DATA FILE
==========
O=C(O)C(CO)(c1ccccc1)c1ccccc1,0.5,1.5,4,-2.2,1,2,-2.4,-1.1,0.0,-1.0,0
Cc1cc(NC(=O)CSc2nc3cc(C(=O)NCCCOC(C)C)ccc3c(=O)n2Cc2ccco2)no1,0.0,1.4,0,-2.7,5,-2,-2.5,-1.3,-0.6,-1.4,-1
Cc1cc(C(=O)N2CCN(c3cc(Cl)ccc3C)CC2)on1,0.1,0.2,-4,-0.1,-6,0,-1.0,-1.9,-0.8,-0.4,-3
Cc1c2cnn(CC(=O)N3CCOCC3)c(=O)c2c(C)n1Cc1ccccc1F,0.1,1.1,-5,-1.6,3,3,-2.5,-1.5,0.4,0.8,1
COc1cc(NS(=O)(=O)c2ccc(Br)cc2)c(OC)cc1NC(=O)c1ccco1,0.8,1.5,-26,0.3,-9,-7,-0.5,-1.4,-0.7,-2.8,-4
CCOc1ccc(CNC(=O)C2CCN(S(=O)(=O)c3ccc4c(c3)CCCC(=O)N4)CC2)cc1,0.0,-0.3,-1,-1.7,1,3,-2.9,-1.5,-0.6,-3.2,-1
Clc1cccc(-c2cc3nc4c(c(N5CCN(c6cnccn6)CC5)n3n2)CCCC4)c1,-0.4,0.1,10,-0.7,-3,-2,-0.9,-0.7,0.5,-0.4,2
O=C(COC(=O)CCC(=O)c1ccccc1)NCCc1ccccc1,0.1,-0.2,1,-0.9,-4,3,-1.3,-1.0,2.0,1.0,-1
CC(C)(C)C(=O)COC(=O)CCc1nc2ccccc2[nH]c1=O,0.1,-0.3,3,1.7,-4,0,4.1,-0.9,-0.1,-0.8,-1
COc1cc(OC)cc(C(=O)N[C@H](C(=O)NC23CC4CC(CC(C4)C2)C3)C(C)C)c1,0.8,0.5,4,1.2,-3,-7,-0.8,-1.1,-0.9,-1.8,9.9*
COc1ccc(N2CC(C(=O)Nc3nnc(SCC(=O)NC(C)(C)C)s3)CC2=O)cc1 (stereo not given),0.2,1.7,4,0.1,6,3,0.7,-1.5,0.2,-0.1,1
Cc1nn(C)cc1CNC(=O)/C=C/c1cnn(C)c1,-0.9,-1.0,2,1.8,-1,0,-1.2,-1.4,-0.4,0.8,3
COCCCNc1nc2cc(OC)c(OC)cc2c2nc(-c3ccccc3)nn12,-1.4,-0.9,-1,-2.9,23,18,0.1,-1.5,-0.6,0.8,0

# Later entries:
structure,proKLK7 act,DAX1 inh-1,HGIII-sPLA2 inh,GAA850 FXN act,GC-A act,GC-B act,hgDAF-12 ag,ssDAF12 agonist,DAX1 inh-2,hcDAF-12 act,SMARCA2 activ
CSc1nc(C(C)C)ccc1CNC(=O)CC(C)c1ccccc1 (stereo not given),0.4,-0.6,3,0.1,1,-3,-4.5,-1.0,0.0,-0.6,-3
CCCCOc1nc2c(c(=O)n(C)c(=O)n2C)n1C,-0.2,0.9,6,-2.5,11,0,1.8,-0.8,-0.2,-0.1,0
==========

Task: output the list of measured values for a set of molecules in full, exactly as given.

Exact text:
O=C(O)C(CO)(c1ccccc1)c1ccccc1,0.5,1.5,4,-2.2,1,2,-2.4,-1.1,0.0,-1.0,0
Cc1cc(NC(=O)CSc2nc3cc(C(=O)NCCCOC(C)C)ccc3c(=O)n2Cc2ccco2)no1,0.0,1.4,0,-2.7,5,-2,-2.5,-1.3,-0.6,-1.4,-1
Cc1cc(C(=O)N2CCN(c3cc(Cl)ccc3C)CC2)on1,0.1,0.2,-4,-0.1,-6,0,-1.0,-1.9,-0.8,-0.4,-3
Cc1c2cnn(CC(=O)N3CCOCC3)c(=O)c2c(C)n1Cc1ccccc1F,0.1,1.1,-5,-1.6,3,3,-2.5,-1.5,0.4,0.8,1
COc1cc(NS(=O)(=O)c2ccc(Br)cc2)c(OC)cc1NC(=O)c1ccco1,0.8,1.5,-26,0.3,-9,-7,-0.5,-1.4,-0.7,-2.8,-4
CCOc1ccc(CNC(=O)C2CCN(S(=O)(=O)c3ccc4c(c3)CCCC(=O)N4)CC2)cc1,0.0,-0.3,-1,-1.7,1,3,-2.9,-1.5,-0.6,-3.2,-1
Clc1cccc(-c2cc3nc4c(c(N5CCN(c6cnccn6)CC5)n3n2)CCCC4)c1,-0.4,0.1,10,-0.7,-3,-2,-0.9,-0.7,0.5,-0.4,2
O=C(COC(=O)CCC(=O)c1ccccc1)NCCc1ccccc1,0.1,-0.2,1,-0.9,-4,3,-1.3,-1.0,2.0,1.0,-1
CC(C)(C)C(=O)COC(=O)CCc1nc2ccccc2[nH]c1=O,0.1,-0.3,3,1.7,-4,0,4.1,-0.9,-0.1,-0.8,-1
COc1cc(OC)cc(C(=O)N[C@H](C(=O)NC23CC4CC(CC(C4)C2)C3)C(C)C)c1,0.8,0.5,4,1.2,-3,-7,-0.8,-1.1,-0.9,-1.8,9.9*
COc1ccc(N2CC(C(=O)Nc3nnc(SCC(=O)NC(C)(C)C)s3)CC2=O)cc1 (stereo not given),0.2,1.7,4,0.1,6,3,0.7,-1.5,0.2,-0.1,1
Cc1nn(C)cc1CNC(=O)/C=C/c1cnn(C)c1,-0.9,-1.0,2,1.8,-1,0,-1.2,-1.4,-0.4,0.8,3
COCCCNc1nc2cc(OC)c(OC)cc2c2nc(-c3ccccc3)nn12,-1.4,-0.9,-1,-2.9,23,18,0.1,-1.5,-0.6,0.8,0

# Later entries:
structure,proKLK7 act,DAX1 inh-1,HGIII-sPLA2 inh,GAA850 FXN act,GC-A act,GC-B act,hgDAF-12 ag,ssDAF12 agonist,DAX1 inh-2,hcDAF-12 act,SMARCA2 activ
CSc1nc(C(C)C)ccc1CNC(=O)CC(C)c1ccccc1 (stereo not given),0.4,-0.6,3,0.1,1,-3,-4.5,-1.0,0.0,-0.6,-3
CCCCOc1nc2c(c(=O)n(C)c(=O)n2C)n1C,-0.2,0.9,6,-2.5,11,0,1.8,-0.8,-0.2,-0.1,0